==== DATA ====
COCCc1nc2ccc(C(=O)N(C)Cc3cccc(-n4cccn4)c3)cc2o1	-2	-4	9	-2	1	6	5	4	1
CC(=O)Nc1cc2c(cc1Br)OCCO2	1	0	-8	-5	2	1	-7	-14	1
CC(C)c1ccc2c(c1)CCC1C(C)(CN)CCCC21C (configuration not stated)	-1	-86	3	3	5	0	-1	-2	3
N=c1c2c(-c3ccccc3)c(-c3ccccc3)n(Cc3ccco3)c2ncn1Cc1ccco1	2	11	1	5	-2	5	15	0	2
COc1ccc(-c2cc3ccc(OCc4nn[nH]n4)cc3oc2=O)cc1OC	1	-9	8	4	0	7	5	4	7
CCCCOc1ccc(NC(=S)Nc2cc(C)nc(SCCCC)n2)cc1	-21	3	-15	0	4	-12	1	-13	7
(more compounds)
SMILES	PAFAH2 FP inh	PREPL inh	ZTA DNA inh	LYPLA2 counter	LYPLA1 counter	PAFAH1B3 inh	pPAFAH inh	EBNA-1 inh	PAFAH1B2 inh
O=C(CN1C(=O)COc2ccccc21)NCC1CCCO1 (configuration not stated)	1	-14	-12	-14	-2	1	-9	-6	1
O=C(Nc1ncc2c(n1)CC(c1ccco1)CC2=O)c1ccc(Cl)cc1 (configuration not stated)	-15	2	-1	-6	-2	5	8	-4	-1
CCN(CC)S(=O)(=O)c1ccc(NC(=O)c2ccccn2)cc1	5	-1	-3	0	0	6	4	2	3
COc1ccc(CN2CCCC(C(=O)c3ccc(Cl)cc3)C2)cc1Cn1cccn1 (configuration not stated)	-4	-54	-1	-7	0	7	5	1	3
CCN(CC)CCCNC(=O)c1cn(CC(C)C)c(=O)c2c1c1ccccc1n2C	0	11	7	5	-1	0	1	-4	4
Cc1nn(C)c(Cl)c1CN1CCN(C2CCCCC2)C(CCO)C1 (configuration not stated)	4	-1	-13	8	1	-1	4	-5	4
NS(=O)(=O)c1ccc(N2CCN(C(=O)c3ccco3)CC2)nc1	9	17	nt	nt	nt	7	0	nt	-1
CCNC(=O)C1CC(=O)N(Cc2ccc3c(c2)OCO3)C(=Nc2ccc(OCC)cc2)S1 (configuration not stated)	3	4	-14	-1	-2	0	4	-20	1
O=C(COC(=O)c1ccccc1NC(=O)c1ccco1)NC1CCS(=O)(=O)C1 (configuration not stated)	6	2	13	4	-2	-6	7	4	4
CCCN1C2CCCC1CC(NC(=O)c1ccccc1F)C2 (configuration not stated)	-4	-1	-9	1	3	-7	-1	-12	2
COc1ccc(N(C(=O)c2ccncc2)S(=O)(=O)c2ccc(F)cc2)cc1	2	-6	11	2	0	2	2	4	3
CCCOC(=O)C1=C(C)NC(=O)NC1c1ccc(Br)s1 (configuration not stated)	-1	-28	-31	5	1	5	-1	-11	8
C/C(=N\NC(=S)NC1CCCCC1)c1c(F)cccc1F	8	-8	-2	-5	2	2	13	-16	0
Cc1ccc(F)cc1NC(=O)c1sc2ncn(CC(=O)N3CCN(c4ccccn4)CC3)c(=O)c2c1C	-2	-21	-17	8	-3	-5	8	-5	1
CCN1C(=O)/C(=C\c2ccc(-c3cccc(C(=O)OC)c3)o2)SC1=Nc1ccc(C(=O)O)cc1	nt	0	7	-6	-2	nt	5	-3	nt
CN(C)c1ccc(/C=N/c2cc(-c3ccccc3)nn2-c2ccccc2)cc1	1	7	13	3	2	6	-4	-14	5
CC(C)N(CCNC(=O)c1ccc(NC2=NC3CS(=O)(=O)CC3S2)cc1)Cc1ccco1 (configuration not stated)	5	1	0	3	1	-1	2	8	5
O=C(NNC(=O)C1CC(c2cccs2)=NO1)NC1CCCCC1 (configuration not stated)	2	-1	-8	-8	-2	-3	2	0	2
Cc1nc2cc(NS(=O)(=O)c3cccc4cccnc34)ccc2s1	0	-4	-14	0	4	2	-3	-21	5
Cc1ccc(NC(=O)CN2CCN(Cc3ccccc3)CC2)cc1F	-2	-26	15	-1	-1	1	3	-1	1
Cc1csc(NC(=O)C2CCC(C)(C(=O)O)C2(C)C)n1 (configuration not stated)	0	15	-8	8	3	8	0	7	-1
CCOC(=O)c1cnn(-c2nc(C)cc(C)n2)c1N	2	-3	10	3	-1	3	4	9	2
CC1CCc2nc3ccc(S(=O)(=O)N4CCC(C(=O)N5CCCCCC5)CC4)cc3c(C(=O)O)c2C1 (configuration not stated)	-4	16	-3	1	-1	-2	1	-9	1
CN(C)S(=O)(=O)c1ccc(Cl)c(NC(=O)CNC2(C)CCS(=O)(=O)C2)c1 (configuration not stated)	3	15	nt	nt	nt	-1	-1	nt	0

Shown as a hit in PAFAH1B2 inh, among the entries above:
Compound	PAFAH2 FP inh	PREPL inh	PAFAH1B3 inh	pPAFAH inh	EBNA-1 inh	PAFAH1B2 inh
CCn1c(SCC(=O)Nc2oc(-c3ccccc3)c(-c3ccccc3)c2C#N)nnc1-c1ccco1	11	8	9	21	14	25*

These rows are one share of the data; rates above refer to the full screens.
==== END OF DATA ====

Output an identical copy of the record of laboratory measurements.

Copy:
COCCc1nc2ccc(C(=O)N(C)Cc3cccc(-n4cccn4)c3)cc2o1	-2	-4	9	-2	1	6	5	4	1
CC(=O)Nc1cc2c(cc1Br)OCCO2	1	0	-8	-5	2	1	-7	-14	1
CC(C)c1ccc2c(c1)CCC1C(C)(CN)CCCC21C (configuration not stated)	-1	-86	3	3	5	0	-1	-2	3
N=c1c2c(-c3ccccc3)c(-c3ccccc3)n(Cc3ccco3)c2ncn1Cc1ccco1	2	11	1	5	-2	5	15	0	2
COc1ccc(-c2cc3ccc(OCc4nn[nH]n4)cc3oc2=O)cc1OC	1	-9	8	4	0	7	5	4	7
CCCCOc1ccc(NC(=S)Nc2cc(C)nc(SCCCC)n2)cc1	-21	3	-15	0	4	-12	1	-13	7
(more compounds)
SMILES	PAFAH2 FP inh	PREPL inh	ZTA DNA inh	LYPLA2 counter	LYPLA1 counter	PAFAH1B3 inh	pPAFAH inh	EBNA-1 inh	PAFAH1B2 inh
O=C(CN1C(=O)COc2ccccc21)NCC1CCCO1 (configuration not stated)	1	-14	-12	-14	-2	1	-9	-6	1
O=C(Nc1ncc2c(n1)CC(c1ccco1)CC2=O)c1ccc(Cl)cc1 (configuration not stated)	-15	2	-1	-6	-2	5	8	-4	-1
CCN(CC)S(=O)(=O)c1ccc(NC(=O)c2ccccn2)cc1	5	-1	-3	0	0	6	4	2	3
COc1ccc(CN2CCCC(C(=O)c3ccc(Cl)cc3)C2)cc1Cn1cccn1 (configuration not stated)	-4	-54	-1	-7	0	7	5	1	3
CCN(CC)CCCNC(=O)c1cn(CC(C)C)c(=O)c2c1c1ccccc1n2C	0	11	7	5	-1	0	1	-4	4
Cc1nn(C)c(Cl)c1CN1CCN(C2CCCCC2)C(CCO)C1 (configuration not stated)	4	-1	-13	8	1	-1	4	-5	4
NS(=O)(=O)c1ccc(N2CCN(C(=O)c3ccco3)CC2)nc1	9	17	nt	nt	nt	7	0	nt	-1
CCNC(=O)C1CC(=O)N(Cc2ccc3c(c2)OCO3)C(=Nc2ccc(OCC)cc2)S1 (configuration not stated)	3	4	-14	-1	-2	0	4	-20	1
O=C(COC(=O)c1ccccc1NC(=O)c1ccco1)NC1CCS(=O)(=O)C1 (configuration not stated)	6	2	13	4	-2	-6	7	4	4
CCCN1C2CCCC1CC(NC(=O)c1ccccc1F)C2 (configuration not stated)	-4	-1	-9	1	3	-7	-1	-12	2
COc1ccc(N(C(=O)c2ccncc2)S(=O)(=O)c2ccc(F)cc2)cc1	2	-6	11	2	0	2	2	4	3
CCCOC(=O)C1=C(C)NC(=O)NC1c1ccc(Br)s1 (configuration not stated)	-1	-28	-31	5	1	5	-1	-11	8
C/C(=N\NC(=S)NC1CCCCC1)c1c(F)cccc1F	8	-8	-2	-5	2	2	13	-16	0
Cc1ccc(F)cc1NC(=O)c1sc2ncn(CC(=O)N3CCN(c4ccccn4)CC3)c(=O)c2c1C	-2	-21	-17	8	-3	-5	8	-5	1
CCN1C(=O)/C(=C\c2ccc(-c3cccc(C(=O)OC)c3)o2)SC1=Nc1ccc(C(=O)O)cc1	nt	0	7	-6	-2	nt	5	-3	nt
CN(C)c1ccc(/C=N/c2cc(-c3ccccc3)nn2-c2ccccc2)cc1	1	7	13	3	2	6	-4	-14	5
CC(C)N(CCNC(=O)c1ccc(NC2=NC3CS(=O)(=O)CC3S2)cc1)Cc1ccco1 (configuration not stated)	5	1	0	3	1	-1	2	8	5
O=C(NNC(=O)C1CC(c2cccs2)=NO1)NC1CCCCC1 (configuration not stated)	2	-1	-8	-8	-2	-3	2	0	2
Cc1nc2cc(NS(=O)(=O)c3cccc4cccnc34)ccc2s1	0	-4	-14	0	4	2	-3	-21	5
Cc1ccc(NC(=O)CN2CCN(Cc3ccccc3)CC2)cc1F	-2	-26	15	-1	-1	1	3	-1	1
Cc1csc(NC(=O)C2CCC(C)(C(=O)O)C2(C)C)n1 (configuration not stated)	0	15	-8	8	3	8	0	7	-1
CCOC(=O)c1cnn(-c2nc(C)cc(C)n2)c1N	2	-3	10	3	-1	3	4	9	2
CC1CCc2nc3ccc(S(=O)(=O)N4CCC(C(=O)N5CCCCCC5)CC4)cc3c(C(=O)O)c2C1 (configuration not stated)	-4	16	-3	1	-1	-2	1	-9	1
CN(C)S(=O)(=O)c1ccc(Cl)c(NC(=O)CNC2(C)CCS(=O)(=O)C2)c1 (configuration not stated)	3	15	nt	nt	nt	-1	-1	nt	0

Shown as a hit in PAFAH1B2 inh, among the entries above:
Compound	PAFAH2 FP inh	PREPL inh	PAFAH1B3 inh	pPAFAH inh	EBNA-1 inh	PAFAH1B2 inh
CCn1c(SCC(=O)Nc2oc(-c3ccccc3)c(-c3ccccc3)c2C#N)nnc1-c1ccco1	11	8	9	21	14	25*

These rows are one share of the data; rates above refer to the full screens.